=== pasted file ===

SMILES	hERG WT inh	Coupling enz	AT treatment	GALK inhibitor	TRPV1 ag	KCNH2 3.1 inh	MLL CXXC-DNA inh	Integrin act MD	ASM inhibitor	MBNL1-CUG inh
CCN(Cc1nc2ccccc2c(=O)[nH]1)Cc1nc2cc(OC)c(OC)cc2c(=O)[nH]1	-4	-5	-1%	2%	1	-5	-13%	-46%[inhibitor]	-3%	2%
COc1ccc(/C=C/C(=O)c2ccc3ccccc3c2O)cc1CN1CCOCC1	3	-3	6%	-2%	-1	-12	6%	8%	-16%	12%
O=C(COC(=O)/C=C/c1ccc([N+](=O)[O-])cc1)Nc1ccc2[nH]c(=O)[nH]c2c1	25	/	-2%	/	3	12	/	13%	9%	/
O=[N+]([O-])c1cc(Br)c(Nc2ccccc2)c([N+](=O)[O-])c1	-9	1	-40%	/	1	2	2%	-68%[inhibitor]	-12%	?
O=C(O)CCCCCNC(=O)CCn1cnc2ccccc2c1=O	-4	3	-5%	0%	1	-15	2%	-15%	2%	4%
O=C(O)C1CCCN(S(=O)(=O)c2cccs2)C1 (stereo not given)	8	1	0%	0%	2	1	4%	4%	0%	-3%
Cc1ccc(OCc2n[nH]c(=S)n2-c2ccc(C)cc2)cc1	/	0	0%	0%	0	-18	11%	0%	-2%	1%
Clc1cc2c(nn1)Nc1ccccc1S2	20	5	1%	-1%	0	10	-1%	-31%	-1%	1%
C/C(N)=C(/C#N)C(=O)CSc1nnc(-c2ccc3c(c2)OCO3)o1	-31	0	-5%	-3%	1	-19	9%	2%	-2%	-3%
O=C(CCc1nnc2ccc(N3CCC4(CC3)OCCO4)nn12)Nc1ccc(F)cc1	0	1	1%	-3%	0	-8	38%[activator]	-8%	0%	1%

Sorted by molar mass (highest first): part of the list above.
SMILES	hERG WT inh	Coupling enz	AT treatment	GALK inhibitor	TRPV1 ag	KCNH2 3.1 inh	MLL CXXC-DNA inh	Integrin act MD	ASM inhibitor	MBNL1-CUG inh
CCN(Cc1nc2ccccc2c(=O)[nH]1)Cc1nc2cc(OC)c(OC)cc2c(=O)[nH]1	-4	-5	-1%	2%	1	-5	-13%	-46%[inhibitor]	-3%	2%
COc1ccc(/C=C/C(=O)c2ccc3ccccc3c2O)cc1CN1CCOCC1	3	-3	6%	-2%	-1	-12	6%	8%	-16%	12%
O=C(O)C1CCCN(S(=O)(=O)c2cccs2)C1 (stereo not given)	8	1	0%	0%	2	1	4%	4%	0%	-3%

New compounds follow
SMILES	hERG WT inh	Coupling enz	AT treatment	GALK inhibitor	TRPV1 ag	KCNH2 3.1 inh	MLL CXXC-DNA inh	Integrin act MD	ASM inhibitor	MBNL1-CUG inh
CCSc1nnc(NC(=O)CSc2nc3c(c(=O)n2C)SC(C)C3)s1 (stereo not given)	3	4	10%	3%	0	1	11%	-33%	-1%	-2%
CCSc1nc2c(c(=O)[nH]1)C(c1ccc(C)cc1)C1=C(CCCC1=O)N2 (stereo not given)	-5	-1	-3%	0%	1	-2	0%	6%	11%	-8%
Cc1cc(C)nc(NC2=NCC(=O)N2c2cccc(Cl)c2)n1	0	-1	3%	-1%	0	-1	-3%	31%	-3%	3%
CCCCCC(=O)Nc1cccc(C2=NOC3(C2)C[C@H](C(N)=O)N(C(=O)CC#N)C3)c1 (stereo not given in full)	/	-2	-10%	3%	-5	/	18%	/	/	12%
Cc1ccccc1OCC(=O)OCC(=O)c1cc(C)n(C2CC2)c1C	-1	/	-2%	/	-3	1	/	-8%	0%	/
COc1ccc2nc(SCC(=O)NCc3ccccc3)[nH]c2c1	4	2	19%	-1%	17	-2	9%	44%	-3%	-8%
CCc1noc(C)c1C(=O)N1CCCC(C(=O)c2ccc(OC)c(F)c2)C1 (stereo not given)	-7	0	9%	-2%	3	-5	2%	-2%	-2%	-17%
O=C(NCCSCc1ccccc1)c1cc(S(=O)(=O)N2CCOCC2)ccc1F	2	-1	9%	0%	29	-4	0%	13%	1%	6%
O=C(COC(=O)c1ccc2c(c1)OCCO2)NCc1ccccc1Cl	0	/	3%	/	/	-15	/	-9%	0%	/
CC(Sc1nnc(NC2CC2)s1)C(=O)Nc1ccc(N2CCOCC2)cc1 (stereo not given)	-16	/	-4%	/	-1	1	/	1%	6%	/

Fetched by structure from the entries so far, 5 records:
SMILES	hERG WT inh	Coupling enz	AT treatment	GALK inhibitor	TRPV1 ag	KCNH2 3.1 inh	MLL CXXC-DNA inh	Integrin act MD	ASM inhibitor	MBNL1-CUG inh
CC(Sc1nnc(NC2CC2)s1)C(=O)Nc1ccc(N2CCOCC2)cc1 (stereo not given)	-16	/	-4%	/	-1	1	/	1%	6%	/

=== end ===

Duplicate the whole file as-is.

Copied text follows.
SMILES	hERG WT inh	Coupling enz	AT treatment	GALK inhibitor	TRPV1 ag	KCNH2 3.1 inh	MLL CXXC-DNA inh	Integrin act MD	ASM inhibitor	MBNL1-CUG inh
CCN(Cc1nc2ccccc2c(=O)[nH]1)Cc1nc2cc(OC)c(OC)cc2c(=O)[nH]1	-4	-5	-1%	2%	1	-5	-13%	-46%[inhibitor]	-3%	2%
COc1ccc(/C=C/C(=O)c2ccc3ccccc3c2O)cc1CN1CCOCC1	3	-3	6%	-2%	-1	-12	6%	8%	-16%	12%
O=C(COC(=O)/C=C/c1ccc([N+](=O)[O-])cc1)Nc1ccc2[nH]c(=O)[nH]c2c1	25	/	-2%	/	3	12	/	13%	9%	/
O=[N+]([O-])c1cc(Br)c(Nc2ccccc2)c([N+](=O)[O-])c1	-9	1	-40%	/	1	2	2%	-68%[inhibitor]	-12%	?
O=C(O)CCCCCNC(=O)CCn1cnc2ccccc2c1=O	-4	3	-5%	0%	1	-15	2%	-15%	2%	4%
O=C(O)C1CCCN(S(=O)(=O)c2cccs2)C1 (stereo not given)	8	1	0%	0%	2	1	4%	4%	0%	-3%
Cc1ccc(OCc2n[nH]c(=S)n2-c2ccc(C)cc2)cc1	/	0	0%	0%	0	-18	11%	0%	-2%	1%
Clc1cc2c(nn1)Nc1ccccc1S2	20	5	1%	-1%	0	10	-1%	-31%	-1%	1%
C/C(N)=C(/C#N)C(=O)CSc1nnc(-c2ccc3c(c2)OCO3)o1	-31	0	-5%	-3%	1	-19	9%	2%	-2%	-3%
O=C(CCc1nnc2ccc(N3CCC4(CC3)OCCO4)nn12)Nc1ccc(F)cc1	0	1	1%	-3%	0	-8	38%[activator]	-8%	0%	1%

Sorted by molar mass (highest first): part of the list above.
SMILES	hERG WT inh	Coupling enz	AT treatment	GALK inhibitor	TRPV1 ag	KCNH2 3.1 inh	MLL CXXC-DNA inh	Integrin act MD	ASM inhibitor	MBNL1-CUG inh
CCN(Cc1nc2ccccc2c(=O)[nH]1)Cc1nc2cc(OC)c(OC)cc2c(=O)[nH]1	-4	-5	-1%	2%	1	-5	-13%	-46%[inhibitor]	-3%	2%
COc1ccc(/C=C/C(=O)c2ccc3ccccc3c2O)cc1CN1CCOCC1	3	-3	6%	-2%	-1	-12	6%	8%	-16%	12%
O=C(O)C1CCCN(S(=O)(=O)c2cccs2)C1 (stereo not given)	8	1	0%	0%	2	1	4%	4%	0%	-3%

New compounds follow
SMILES	hERG WT inh	Coupling enz	AT treatment	GALK inhibitor	TRPV1 ag	KCNH2 3.1 inh	MLL CXXC-DNA inh	Integrin act MD	ASM inhibitor	MBNL1-CUG inh
CCSc1nnc(NC(=O)CSc2nc3c(c(=O)n2C)SC(C)C3)s1 (stereo not given)	3	4	10%	3%	0	1	11%	-33%	-1%	-2%
CCSc1nc2c(c(=O)[nH]1)C(c1ccc(C)cc1)C1=C(CCCC1=O)N2 (stereo not given)	-5	-1	-3%	0%	1	-2	0%	6%	11%	-8%
Cc1cc(C)nc(NC2=NCC(=O)N2c2cccc(Cl)c2)n1	0	-1	3%	-1%	0	-1	-3%	31%	-3%	3%
CCCCCC(=O)Nc1cccc(C2=NOC3(C2)C[C@H](C(N)=O)N(C(=O)CC#N)C3)c1 (stereo not given in full)	/	-2	-10%	3%	-5	/	18%	/	/	12%
Cc1ccccc1OCC(=O)OCC(=O)c1cc(C)n(C2CC2)c1C	-1	/	-2%	/	-3	1	/	-8%	0%	/
COc1ccc2nc(SCC(=O)NCc3ccccc3)[nH]c2c1	4	2	19%	-1%	17	-2	9%	44%	-3%	-8%
CCc1noc(C)c1C(=O)N1CCCC(C(=O)c2ccc(OC)c(F)c2)C1 (stereo not given)	-7	0	9%	-2%	3	-5	2%	-2%	-2%	-17%
O=C(NCCSCc1ccccc1)c1cc(S(=O)(=O)N2CCOCC2)ccc1F	2	-1	9%	0%	29	-4	0%	13%	1%	6%
O=C(COC(=O)c1ccc2c(c1)OCCO2)NCc1ccccc1Cl	0	/	3%	/	/	-15	/	-9%	0%	/
CC(Sc1nnc(NC2CC2)s1)C(=O)Nc1ccc(N2CCOCC2)cc1 (stereo not given)	-16	/	-4%	/	-1	1	/	1%	6%	/

Fetched by structure from the entries so far, 5 records:
SMILES	hERG WT inh	Coupling enz	AT treatment	GALK inhibitor	TRPV1 ag	KCNH2 3.1 inh	MLL CXXC-DNA inh	Integrin act MD	ASM inhibitor	MBNL1-CUG inh
CC(Sc1nnc(NC2CC2)s1)C(=O)Nc1ccc(N2CCOCC2)cc1 (stereo not given)	-16	/	-4%	/	-1	1	/	1%	6%	/